Why Did Everyone Start Hating Jennifer Lopez?

From “Jenny from the Block” to “Jenny on the Chopping Block,” Jennifer Lopez's public image is taking a massive hit.

By Nicole Dominique3 min read
Getty/Monica Schipper

The magnitude of Jennifer Lopez's fame eludes Gen Z's understanding. Lopez dominated music charts and screens for the longest time with hits like "Love Don't Cost a Thing" and "Waiting for Tonight," and blockbusters like Selena and The Wedding Planner. She was a fashion icon and a trendsetter. Not every red carpet look has its own Wikipedia page, but Lopez's green Versace silk chiffon dress from the 2000 Grammy Awards does.

You can thank her for Google's specialized image search engine (no, seriously). Lopez's iconic 'fit sparked a huge surge in online searches, which inspired the creation of Google Images one year later.

Before the era of influencers and social media, Jenny was the it girl. "Every Latino mom wanted to be J.Lo," wrote a user on Reddit on a thread about her reign in the early 2000s.

"She was like 1989 Taylor huge. She was the tabloid obsession. You had to have an opinion about her," @RosaPalms added.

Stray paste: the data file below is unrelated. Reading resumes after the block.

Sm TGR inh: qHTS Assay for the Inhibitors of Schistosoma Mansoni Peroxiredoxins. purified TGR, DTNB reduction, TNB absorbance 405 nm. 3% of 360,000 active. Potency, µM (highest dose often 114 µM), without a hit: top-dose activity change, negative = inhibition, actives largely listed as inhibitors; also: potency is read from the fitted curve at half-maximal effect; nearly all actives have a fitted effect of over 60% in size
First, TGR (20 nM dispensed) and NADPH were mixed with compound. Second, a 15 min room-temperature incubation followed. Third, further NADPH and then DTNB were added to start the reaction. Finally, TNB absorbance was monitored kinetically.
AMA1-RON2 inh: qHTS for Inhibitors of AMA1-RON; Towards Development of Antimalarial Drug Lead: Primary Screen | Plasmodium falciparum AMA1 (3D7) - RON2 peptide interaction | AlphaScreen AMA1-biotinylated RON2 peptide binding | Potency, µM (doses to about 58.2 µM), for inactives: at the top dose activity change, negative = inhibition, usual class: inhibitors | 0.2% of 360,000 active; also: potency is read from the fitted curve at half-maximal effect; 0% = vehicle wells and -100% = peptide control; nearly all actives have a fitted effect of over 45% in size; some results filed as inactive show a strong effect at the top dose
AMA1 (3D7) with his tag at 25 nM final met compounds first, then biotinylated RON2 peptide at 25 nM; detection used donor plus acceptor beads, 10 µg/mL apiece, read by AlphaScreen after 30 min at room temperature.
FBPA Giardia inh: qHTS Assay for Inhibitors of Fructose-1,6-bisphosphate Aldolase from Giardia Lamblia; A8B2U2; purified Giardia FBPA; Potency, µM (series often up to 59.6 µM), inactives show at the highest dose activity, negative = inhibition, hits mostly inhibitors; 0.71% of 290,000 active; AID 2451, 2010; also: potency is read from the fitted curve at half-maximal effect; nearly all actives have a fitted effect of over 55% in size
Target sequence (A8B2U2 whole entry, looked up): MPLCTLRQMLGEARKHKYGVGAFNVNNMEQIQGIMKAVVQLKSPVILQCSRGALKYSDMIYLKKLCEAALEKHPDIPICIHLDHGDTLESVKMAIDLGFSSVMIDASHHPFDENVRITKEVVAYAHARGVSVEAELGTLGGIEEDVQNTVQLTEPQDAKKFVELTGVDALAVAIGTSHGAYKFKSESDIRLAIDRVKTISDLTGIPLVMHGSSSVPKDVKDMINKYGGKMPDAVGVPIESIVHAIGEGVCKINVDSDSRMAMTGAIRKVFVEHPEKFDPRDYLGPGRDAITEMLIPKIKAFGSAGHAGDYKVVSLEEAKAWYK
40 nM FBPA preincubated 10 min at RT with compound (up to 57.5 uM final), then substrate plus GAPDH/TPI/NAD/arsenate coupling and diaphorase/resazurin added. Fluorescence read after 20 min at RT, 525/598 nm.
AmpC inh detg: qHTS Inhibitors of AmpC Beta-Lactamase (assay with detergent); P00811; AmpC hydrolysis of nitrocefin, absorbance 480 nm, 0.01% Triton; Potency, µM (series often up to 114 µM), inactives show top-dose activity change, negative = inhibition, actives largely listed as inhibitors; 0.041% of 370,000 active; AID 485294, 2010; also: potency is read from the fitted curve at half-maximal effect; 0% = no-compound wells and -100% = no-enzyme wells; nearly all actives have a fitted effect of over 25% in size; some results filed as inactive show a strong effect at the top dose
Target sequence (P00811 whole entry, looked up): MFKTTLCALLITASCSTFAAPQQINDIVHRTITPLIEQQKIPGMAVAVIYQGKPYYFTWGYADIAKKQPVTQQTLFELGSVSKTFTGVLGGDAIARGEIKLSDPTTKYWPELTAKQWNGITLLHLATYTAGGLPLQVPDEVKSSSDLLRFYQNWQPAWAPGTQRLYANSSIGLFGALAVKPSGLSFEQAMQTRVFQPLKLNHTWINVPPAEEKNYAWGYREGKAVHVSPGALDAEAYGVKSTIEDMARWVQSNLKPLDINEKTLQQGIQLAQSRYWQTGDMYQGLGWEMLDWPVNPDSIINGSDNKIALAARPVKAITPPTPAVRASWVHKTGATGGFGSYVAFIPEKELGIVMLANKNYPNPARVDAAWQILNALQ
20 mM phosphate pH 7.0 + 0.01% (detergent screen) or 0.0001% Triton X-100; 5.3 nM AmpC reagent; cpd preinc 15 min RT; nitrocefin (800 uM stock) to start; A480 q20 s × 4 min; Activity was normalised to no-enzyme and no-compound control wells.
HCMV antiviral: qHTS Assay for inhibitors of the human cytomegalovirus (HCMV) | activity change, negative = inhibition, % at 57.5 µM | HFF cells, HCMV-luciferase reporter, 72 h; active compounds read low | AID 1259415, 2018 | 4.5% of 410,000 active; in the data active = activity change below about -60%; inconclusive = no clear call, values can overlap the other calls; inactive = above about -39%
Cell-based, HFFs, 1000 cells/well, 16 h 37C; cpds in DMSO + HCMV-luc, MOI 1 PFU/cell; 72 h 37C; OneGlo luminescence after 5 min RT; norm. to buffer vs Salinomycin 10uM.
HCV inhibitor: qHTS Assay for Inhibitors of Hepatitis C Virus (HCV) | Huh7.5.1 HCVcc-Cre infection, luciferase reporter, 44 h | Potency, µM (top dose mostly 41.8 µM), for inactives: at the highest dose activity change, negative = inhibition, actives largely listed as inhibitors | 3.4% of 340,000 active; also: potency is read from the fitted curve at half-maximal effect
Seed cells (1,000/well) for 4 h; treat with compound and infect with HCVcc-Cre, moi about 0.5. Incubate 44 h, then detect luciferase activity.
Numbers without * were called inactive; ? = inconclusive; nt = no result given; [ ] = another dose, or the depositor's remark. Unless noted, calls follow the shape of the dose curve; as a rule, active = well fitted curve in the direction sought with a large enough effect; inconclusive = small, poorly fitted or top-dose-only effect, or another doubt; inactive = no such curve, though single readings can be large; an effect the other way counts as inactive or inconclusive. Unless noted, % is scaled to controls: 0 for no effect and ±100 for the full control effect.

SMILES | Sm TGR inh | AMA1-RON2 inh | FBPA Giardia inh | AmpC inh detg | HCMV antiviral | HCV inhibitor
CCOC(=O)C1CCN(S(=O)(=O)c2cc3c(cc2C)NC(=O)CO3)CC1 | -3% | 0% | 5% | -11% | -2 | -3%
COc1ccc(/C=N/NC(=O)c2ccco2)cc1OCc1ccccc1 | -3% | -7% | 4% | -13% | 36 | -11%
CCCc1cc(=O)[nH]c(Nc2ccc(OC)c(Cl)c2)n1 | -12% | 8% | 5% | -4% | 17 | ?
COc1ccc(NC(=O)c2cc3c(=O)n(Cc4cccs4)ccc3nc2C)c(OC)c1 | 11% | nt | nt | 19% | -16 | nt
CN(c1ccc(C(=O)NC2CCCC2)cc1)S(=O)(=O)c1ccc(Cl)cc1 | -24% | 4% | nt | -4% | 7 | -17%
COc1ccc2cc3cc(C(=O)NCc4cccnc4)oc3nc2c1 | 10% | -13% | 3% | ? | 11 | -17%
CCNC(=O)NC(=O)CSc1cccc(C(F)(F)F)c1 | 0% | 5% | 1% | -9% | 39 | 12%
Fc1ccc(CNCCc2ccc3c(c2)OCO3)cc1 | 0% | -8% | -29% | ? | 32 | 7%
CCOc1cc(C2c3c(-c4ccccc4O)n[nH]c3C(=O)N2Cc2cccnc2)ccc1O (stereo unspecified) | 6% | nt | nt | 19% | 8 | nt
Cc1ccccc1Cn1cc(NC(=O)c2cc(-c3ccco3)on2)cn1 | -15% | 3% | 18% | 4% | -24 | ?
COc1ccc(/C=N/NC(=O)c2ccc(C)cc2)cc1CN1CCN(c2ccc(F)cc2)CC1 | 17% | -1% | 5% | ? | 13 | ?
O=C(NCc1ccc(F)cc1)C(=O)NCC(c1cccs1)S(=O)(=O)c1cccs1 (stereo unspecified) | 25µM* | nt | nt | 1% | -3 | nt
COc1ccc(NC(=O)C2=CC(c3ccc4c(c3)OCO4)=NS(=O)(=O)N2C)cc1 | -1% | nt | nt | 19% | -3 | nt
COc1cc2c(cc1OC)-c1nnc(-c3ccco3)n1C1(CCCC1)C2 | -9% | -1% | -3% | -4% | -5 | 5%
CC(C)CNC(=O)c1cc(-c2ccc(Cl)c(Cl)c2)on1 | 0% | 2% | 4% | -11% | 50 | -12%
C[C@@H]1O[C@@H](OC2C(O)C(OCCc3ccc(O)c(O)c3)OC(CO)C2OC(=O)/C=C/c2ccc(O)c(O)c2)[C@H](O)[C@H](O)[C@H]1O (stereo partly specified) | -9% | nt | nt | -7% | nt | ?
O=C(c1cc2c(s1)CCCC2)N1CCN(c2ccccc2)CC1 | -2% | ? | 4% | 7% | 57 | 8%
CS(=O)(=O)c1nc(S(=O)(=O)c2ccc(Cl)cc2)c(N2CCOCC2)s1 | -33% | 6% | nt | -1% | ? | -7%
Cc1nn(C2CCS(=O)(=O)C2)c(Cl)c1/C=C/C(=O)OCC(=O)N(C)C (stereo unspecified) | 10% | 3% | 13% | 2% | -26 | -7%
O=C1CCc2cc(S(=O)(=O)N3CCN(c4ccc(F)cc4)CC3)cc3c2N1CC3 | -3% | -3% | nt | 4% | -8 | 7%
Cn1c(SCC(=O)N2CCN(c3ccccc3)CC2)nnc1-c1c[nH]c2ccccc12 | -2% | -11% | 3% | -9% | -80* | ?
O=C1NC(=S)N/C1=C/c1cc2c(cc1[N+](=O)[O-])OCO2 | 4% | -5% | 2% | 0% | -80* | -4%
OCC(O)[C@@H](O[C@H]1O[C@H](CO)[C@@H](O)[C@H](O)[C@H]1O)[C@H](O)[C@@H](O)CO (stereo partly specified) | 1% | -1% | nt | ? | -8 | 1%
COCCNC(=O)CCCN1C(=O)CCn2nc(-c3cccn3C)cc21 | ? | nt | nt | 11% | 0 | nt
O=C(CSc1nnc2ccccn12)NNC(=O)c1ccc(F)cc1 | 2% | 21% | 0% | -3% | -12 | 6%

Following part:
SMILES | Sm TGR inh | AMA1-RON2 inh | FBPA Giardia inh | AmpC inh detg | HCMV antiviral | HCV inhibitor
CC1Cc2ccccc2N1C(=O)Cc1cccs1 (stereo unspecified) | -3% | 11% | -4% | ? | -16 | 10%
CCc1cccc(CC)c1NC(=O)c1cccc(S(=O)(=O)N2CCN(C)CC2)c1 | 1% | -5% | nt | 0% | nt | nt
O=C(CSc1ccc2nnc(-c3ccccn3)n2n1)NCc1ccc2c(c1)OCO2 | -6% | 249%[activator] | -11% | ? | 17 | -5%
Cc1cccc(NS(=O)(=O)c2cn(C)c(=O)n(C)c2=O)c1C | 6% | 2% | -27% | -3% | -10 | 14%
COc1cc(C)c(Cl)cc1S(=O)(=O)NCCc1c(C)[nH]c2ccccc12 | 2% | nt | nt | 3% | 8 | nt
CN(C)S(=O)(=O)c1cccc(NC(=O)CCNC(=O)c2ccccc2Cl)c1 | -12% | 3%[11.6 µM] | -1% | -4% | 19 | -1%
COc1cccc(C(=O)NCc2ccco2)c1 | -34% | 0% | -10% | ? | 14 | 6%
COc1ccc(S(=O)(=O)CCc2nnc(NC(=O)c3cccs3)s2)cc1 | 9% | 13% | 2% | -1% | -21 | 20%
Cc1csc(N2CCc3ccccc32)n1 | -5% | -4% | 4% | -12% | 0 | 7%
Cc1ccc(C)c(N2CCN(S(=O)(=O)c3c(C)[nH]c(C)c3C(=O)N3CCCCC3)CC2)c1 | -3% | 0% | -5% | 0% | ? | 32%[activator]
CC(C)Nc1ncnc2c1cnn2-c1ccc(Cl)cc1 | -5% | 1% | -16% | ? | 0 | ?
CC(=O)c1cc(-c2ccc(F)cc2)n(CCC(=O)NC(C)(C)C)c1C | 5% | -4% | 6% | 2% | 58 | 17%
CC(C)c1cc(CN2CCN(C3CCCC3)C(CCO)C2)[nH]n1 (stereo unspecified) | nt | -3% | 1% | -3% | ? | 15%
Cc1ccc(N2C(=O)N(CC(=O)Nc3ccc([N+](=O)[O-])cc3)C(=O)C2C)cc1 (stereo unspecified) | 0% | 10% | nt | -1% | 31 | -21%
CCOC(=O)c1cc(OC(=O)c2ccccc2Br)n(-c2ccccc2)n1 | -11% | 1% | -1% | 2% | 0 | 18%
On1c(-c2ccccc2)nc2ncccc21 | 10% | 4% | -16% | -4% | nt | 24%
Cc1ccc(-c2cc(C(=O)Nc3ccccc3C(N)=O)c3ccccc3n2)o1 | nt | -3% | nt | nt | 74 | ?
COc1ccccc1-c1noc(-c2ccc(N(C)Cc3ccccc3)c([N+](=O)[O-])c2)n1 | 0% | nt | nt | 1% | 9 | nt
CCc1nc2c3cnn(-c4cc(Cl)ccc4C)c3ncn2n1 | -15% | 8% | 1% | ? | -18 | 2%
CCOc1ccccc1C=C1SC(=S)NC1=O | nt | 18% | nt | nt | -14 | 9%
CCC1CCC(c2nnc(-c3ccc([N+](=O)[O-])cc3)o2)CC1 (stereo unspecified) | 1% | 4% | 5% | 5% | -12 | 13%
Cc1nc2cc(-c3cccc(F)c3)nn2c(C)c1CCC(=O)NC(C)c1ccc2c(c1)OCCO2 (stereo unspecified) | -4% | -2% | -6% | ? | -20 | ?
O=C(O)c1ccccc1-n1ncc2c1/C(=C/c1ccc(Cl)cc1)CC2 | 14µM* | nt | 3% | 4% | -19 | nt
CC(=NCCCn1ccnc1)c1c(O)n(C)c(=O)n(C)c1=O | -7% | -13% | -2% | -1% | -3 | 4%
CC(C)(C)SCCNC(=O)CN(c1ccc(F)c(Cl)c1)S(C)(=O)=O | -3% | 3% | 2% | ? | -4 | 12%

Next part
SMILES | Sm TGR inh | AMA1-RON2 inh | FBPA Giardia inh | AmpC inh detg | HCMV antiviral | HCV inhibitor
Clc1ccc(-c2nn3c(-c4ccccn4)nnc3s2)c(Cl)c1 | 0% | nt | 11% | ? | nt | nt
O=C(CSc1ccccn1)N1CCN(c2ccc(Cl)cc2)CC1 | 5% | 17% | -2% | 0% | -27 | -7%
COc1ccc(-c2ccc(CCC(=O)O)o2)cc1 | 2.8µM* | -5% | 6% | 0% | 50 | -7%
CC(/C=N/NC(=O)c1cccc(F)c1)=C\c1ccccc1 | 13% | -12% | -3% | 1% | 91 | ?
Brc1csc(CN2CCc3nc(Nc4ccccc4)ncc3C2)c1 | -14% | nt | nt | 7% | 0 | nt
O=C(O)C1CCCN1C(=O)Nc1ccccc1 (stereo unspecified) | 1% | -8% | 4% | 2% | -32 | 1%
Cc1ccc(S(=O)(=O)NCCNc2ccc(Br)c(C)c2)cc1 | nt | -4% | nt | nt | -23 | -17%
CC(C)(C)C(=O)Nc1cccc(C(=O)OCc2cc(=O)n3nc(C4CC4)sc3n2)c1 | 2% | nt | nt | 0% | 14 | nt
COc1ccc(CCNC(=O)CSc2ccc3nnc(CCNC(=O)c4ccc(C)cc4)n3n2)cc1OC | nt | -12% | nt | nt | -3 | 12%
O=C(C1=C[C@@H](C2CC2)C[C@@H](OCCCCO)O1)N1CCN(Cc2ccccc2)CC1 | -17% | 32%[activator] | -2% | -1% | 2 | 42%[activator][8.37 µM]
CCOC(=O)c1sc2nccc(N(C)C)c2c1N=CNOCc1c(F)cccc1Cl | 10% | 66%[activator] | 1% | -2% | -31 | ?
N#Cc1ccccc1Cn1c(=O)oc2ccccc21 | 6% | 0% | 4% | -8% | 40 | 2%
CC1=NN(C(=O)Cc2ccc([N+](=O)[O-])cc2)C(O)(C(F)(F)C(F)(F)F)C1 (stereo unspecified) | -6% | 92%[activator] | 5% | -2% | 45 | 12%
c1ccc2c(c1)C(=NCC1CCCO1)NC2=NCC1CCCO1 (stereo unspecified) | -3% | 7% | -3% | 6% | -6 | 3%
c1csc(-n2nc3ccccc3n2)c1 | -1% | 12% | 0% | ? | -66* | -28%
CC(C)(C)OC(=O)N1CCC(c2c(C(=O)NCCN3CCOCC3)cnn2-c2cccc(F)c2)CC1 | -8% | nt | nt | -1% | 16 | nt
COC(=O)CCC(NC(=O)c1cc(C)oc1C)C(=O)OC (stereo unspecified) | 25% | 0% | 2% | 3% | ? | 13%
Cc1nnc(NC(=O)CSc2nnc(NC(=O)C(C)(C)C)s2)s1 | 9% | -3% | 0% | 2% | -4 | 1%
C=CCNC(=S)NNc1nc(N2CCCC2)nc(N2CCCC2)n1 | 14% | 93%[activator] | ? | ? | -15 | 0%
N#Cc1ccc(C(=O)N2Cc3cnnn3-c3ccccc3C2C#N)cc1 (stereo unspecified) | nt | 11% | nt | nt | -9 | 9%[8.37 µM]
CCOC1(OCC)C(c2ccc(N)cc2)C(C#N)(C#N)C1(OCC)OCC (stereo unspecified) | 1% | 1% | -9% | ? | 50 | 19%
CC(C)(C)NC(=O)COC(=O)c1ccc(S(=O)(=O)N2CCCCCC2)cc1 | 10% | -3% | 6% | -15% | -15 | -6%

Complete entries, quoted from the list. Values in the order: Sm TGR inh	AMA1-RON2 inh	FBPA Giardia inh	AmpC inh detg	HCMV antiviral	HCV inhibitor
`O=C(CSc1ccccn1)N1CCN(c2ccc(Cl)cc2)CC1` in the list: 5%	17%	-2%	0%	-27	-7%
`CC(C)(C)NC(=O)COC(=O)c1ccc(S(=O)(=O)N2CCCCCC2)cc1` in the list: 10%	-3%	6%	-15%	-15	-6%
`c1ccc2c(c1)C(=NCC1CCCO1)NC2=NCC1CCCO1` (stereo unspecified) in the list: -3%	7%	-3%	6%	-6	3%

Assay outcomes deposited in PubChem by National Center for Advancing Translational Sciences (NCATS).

J.Lo is still on our screens today, but her name doesn't exactly evoke widespread support like it used to. The top searches for TikTok show that Gen Z does not love Lopez the same way millennials or Gen X did, with keywords like "Jennifer Lopez rude, Met Gala cringe, Ben Affleck fight," and "controversy" populating the results. Her recent film, This Is Me… Now: A Love Story, has been hilariously described as "corny AF. Corny and silly and chaotic and so cheesily on-the-nose, self-indulgent and hilarious," by LaineyGossip.

Even her new movie with Netflix, Atlas, has a 2.9 out of 5 rating on RottenTomatoes, a "rotten flop," as mainstream media has called it. But why is Lopez now getting tomatoes after decades of flowers? Let's see what the audience has to say about it.

Jennifer Lopez Is Apparently a “Mean Girl”

Lots of people on social media have come forward about Lopez's alleged diva antics. @redpeppaflake on TikTok said the "I'm Real" singer has strict rules for her drivers: They can't speak or look at her, and her luggage can never touch the ground – and if they fail to abide by her rules, they get fired.

"Even if you have to look in the rearview mirror while you're driving, she will call that you trying to look at her and proceed to berate you. And I know this because my dad worked for that driving company, and he refused to drive her whenever she came in town because of how awful she treated the drivers," she explained.

Another X/Twitter user said they worked at a private airport on Long Island when Lopez was with her ex-husband Marc Anthony. "I can confirm she is a nightmare person," they wrote. "I have so many stories about her being a rude and nasty person."

Indeed, other hospitality employees who claimed to have worked with Lopez seemingly corroborated the TikToker's story on X, stating that people were not allowed to speak to or look at her.

@labellatini on TikTok also alleges that Lopez kicked her friend off a project because he made eye contact with her.